National Press Day: A day to the Fourth Pillar of Democracy

Image Source: Unimpresa International

Mahatma Gandhi once said, “Freedom of the press is a precious privilege that no country can forego.” Indeed, this holds because the press is the fourth pillar of democracy while the judiciary, executive and legislature are the first three. Without a free press, our problems or grievances would go unheard. Furthermore, free journalism ensures that the government does not abuse its powers and solve the issues reported throughout the country. Although we have a free press, there are restrictions to it. Freedom of speech is covered under Article 19 (1) (a) of the Indian constitution.

Every year, on the 16th of November, the National Press Day is observed in the honour of Press Council of India. The National Press Council of India is a statutory body and a quasi-judicial body set up in 1966. Journalists are often said to be a mirror of society. Journalists are highly respected in their field because they bring out the truth no matter the adversary. The National Press Day symbolizes the freedom of the press and the responsibility of the press towards the country at large.

Before the National Press Council came into force, the First Press Committee in 1956 envisioned a committee to protect the ethics of journalism and the freedom of the press in India.  The Press Council of India was formed in 1966 by the Indian Parliament. It is a self-regulatory watchdog of the press, by the press and for the press. The Council is governed by the Press Council Act 1978. Additionally, the Council has 28 members, while the Chairman is a retired Supreme Court Judge. Newspapers, television outlets and many other media houses nominate 20 members. 5 members belong to the Rajya Sabha and the Lok Sabha. Additionally, 3 members are nominees of Sahitya Academy, University Grants Commission and the Bar Council of India. These 3 members represent the fields of cultural literature and law.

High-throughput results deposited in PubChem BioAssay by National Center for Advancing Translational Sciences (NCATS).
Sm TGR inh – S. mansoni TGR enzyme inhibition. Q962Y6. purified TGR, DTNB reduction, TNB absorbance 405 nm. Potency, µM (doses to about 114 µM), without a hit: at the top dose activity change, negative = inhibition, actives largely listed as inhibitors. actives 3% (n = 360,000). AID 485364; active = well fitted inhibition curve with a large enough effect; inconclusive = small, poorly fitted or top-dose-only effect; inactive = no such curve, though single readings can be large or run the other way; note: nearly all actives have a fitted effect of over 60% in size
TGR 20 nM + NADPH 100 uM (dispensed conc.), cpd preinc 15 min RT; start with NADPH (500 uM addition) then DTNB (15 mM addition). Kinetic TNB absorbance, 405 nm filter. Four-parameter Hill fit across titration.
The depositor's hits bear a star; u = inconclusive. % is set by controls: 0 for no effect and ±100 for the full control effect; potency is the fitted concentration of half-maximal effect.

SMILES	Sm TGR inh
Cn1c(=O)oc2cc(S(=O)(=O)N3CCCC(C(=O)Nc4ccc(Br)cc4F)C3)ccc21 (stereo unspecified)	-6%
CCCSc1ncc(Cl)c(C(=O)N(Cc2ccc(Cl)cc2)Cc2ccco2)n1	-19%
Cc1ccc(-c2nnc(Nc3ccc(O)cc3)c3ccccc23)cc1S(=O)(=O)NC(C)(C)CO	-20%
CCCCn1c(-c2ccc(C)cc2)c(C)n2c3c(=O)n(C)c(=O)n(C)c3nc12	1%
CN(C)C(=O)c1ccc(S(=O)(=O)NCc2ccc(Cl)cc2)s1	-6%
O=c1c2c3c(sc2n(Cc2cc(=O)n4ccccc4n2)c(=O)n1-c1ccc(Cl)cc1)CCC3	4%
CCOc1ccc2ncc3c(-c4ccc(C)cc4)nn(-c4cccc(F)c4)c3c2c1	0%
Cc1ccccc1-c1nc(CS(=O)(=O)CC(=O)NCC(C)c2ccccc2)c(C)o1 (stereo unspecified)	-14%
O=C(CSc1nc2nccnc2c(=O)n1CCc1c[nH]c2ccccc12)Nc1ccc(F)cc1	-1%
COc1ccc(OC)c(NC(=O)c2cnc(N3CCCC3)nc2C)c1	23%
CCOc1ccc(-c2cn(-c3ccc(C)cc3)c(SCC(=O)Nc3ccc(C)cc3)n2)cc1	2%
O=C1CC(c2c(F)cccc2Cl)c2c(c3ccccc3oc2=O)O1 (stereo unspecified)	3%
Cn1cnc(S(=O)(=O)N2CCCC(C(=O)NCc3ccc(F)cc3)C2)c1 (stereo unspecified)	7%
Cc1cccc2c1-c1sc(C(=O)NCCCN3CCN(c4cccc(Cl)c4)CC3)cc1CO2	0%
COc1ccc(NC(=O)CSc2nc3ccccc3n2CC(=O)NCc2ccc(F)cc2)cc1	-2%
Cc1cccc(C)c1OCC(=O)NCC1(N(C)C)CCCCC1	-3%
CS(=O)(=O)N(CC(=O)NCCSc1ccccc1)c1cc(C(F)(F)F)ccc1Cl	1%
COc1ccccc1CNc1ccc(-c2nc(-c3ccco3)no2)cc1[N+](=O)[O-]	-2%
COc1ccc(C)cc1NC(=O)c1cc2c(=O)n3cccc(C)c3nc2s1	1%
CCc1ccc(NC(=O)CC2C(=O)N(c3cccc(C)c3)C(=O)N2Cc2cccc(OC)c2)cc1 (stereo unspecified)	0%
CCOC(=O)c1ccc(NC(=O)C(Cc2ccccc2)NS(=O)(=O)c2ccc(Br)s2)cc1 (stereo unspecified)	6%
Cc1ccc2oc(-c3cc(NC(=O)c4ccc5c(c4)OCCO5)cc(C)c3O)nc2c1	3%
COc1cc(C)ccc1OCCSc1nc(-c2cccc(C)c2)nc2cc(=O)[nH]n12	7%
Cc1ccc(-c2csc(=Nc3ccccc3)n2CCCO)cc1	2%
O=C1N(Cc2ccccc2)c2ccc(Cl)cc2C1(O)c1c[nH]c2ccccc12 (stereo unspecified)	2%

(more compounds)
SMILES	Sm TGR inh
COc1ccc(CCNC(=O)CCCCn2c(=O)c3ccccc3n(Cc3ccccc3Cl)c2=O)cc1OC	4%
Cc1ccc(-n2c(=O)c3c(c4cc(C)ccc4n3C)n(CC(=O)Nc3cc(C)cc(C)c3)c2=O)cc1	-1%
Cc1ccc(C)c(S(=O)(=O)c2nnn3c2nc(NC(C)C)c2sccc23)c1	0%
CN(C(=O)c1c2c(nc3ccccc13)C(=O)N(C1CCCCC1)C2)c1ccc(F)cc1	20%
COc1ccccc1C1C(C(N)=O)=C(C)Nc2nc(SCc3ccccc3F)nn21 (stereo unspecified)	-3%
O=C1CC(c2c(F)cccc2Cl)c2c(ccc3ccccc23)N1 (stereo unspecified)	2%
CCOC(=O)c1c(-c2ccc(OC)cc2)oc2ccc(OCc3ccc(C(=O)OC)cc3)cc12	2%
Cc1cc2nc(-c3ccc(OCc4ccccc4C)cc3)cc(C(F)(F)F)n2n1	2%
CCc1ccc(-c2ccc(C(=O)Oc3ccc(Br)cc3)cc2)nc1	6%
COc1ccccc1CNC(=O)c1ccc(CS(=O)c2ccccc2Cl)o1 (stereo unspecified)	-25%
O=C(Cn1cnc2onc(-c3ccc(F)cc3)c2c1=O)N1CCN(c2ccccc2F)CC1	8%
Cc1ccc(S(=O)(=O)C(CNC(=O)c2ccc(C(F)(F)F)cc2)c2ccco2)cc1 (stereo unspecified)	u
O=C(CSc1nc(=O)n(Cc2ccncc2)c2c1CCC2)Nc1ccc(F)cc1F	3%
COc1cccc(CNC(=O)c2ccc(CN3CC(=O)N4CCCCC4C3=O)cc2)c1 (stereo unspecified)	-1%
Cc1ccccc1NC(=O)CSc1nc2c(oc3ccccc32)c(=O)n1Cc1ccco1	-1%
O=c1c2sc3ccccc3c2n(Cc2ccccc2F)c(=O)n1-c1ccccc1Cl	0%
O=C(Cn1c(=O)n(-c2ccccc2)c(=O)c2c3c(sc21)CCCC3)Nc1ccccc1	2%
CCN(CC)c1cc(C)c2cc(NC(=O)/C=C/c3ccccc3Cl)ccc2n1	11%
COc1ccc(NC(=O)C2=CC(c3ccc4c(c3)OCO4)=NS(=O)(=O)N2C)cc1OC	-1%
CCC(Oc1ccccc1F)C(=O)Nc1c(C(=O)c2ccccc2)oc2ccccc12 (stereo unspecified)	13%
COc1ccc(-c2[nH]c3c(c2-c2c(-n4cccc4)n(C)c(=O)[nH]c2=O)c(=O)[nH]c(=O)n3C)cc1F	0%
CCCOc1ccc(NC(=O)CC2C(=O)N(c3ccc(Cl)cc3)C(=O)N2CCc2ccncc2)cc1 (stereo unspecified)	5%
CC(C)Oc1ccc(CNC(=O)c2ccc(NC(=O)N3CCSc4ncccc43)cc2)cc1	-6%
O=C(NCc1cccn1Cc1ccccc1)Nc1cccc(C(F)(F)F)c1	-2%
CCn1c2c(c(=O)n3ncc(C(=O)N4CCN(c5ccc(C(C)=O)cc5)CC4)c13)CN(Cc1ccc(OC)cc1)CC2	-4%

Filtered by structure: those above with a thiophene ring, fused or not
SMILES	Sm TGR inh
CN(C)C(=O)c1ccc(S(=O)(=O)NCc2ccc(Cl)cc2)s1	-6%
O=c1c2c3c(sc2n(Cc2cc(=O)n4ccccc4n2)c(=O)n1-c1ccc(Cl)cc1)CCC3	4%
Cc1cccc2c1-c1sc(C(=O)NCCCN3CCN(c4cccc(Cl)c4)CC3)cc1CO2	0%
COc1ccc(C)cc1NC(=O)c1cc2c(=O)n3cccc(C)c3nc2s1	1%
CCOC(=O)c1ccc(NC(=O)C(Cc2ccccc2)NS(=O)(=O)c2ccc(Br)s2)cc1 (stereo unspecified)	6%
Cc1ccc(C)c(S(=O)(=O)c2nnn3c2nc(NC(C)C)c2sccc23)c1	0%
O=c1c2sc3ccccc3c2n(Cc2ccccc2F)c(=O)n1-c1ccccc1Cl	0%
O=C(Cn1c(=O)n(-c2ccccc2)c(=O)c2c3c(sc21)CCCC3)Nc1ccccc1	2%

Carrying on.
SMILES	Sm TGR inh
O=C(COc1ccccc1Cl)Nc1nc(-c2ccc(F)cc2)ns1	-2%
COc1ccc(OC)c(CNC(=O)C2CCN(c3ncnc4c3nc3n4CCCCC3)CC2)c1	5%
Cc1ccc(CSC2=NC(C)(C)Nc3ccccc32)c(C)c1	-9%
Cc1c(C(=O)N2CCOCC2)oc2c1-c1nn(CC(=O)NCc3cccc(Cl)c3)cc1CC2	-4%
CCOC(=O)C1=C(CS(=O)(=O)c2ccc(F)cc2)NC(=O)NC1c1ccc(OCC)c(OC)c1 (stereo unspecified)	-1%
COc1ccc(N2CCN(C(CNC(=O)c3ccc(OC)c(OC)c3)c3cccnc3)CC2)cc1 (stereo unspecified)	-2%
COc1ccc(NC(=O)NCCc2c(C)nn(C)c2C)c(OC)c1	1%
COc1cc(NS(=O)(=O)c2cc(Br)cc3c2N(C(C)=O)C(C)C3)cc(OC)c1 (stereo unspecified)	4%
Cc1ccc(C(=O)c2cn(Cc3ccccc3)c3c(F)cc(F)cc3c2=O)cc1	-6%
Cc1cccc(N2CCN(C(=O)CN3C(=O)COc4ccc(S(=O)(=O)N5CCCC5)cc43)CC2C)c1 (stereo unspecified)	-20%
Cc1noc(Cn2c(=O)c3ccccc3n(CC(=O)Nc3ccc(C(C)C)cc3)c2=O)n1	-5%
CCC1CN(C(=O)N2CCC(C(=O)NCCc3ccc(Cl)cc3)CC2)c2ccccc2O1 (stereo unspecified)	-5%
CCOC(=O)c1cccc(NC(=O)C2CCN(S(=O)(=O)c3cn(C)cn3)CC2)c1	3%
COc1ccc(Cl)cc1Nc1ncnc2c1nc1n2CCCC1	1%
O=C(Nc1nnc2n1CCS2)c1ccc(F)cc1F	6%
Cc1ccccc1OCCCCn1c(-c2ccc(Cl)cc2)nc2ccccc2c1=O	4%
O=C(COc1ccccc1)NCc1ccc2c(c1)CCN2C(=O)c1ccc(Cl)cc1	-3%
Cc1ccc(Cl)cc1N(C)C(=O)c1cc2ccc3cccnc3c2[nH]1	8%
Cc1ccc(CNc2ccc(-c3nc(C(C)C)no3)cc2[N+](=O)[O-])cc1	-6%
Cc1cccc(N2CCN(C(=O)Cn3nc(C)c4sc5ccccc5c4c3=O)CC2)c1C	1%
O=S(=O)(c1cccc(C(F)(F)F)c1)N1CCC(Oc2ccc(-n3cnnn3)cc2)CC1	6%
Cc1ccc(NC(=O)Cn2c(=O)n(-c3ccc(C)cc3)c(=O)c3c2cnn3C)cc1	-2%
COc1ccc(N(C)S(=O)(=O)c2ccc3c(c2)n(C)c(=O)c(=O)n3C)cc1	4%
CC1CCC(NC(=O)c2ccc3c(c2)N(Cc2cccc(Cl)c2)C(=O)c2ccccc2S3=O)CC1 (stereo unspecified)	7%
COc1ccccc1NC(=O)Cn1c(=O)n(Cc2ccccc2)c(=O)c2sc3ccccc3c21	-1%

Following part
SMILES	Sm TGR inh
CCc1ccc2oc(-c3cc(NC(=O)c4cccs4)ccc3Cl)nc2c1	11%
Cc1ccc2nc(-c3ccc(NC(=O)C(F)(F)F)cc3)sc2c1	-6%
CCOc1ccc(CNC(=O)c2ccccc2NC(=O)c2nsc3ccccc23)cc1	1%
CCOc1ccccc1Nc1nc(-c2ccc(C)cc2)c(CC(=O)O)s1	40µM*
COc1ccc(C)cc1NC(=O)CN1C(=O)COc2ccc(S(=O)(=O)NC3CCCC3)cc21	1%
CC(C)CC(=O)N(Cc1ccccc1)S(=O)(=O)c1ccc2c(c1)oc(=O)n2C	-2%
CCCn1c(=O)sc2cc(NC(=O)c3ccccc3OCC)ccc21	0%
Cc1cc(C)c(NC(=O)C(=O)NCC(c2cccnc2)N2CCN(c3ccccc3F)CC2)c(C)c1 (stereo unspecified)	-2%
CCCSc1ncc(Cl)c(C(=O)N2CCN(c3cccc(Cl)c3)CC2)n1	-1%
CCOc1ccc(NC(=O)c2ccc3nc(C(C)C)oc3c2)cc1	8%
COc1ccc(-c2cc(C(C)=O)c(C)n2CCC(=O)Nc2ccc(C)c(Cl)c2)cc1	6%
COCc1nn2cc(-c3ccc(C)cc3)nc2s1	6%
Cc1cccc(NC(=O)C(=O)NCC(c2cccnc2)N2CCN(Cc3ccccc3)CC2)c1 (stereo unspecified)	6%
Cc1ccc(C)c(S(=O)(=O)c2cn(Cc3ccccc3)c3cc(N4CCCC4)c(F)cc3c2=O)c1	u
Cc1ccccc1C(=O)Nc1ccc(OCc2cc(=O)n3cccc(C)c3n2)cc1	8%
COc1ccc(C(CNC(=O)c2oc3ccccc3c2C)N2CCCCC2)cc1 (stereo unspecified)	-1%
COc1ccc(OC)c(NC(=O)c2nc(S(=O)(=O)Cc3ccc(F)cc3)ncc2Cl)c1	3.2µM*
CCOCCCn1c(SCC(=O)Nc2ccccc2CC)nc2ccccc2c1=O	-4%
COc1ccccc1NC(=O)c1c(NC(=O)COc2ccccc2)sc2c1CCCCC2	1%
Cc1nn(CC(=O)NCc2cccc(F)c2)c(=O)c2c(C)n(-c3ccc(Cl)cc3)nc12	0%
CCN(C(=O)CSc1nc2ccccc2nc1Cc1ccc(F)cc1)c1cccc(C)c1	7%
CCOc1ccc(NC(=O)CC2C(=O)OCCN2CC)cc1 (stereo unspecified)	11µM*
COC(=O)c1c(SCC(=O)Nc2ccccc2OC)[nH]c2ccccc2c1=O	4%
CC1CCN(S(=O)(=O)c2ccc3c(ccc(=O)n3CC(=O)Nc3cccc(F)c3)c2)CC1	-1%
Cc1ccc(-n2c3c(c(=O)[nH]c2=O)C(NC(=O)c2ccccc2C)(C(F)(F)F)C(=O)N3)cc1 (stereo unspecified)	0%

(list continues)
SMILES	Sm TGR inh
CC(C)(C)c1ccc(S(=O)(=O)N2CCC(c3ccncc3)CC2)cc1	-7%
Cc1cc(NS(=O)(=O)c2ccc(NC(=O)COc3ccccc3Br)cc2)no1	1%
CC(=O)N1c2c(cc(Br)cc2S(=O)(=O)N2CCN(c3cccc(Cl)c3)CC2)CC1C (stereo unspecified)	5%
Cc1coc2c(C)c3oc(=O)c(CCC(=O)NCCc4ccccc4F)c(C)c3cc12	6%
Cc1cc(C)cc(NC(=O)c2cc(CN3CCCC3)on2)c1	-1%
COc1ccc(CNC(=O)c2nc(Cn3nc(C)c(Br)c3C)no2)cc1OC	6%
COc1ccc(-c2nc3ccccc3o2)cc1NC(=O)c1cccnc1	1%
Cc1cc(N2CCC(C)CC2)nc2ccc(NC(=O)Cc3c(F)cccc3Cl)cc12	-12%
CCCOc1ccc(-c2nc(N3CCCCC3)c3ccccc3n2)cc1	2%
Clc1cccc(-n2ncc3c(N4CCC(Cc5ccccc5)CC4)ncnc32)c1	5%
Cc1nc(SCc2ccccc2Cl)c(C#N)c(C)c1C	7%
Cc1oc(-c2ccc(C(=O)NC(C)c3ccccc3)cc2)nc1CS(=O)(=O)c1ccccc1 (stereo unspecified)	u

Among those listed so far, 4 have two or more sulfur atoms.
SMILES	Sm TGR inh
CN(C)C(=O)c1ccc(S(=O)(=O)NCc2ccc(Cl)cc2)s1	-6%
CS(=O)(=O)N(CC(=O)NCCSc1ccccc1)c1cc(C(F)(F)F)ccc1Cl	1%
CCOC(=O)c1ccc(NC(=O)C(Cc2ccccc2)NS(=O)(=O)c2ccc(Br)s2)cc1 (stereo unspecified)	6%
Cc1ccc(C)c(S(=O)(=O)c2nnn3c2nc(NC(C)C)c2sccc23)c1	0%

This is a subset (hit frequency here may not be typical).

The Council has the power to warn, admonish, censure or disapprove the newspapers or journalists when they find guilty. However, the Council does not have the authority to enforce or impose a penalty on individual publications or journalists.

Firstpost reports that the Council commemorates the day by holding various seminars on the 16th since the Council was formed. The  Council focuses on an array of topics through its conventions. The Right to Information (RTI), the role of media during times of crisis, the role of media to nurture awareness among citizens concerning Fundamental Duties and so on have been discussed through these seminars. Moreover, the Council holds seminars to educate about the importance of the free and responsible press in the country.

The National Press Day is an important one since it promotes the press to be responsible and impartial. If the press is gagged or becomes the parrot of someone, it can be easily said that democracy is failing in the country.  Journalism in India is one of the most important pillars. Without journalism, ordinary citizens would be voiceless and clueless when it came to burning issues. Moreover, it has been found that the media in the country has a bias. In addition to bias views, it was found out that paid news was running amok. It was found that news outlets ran favourable pieces of news articles in exchange for money. This exchange sets a dangerous precedence for the journalism of the country. However, India has a long way to go before the media has been completely sold out or gagged.

Reference: India Today, Firstpost and Wikipedia

Parimal Saraf

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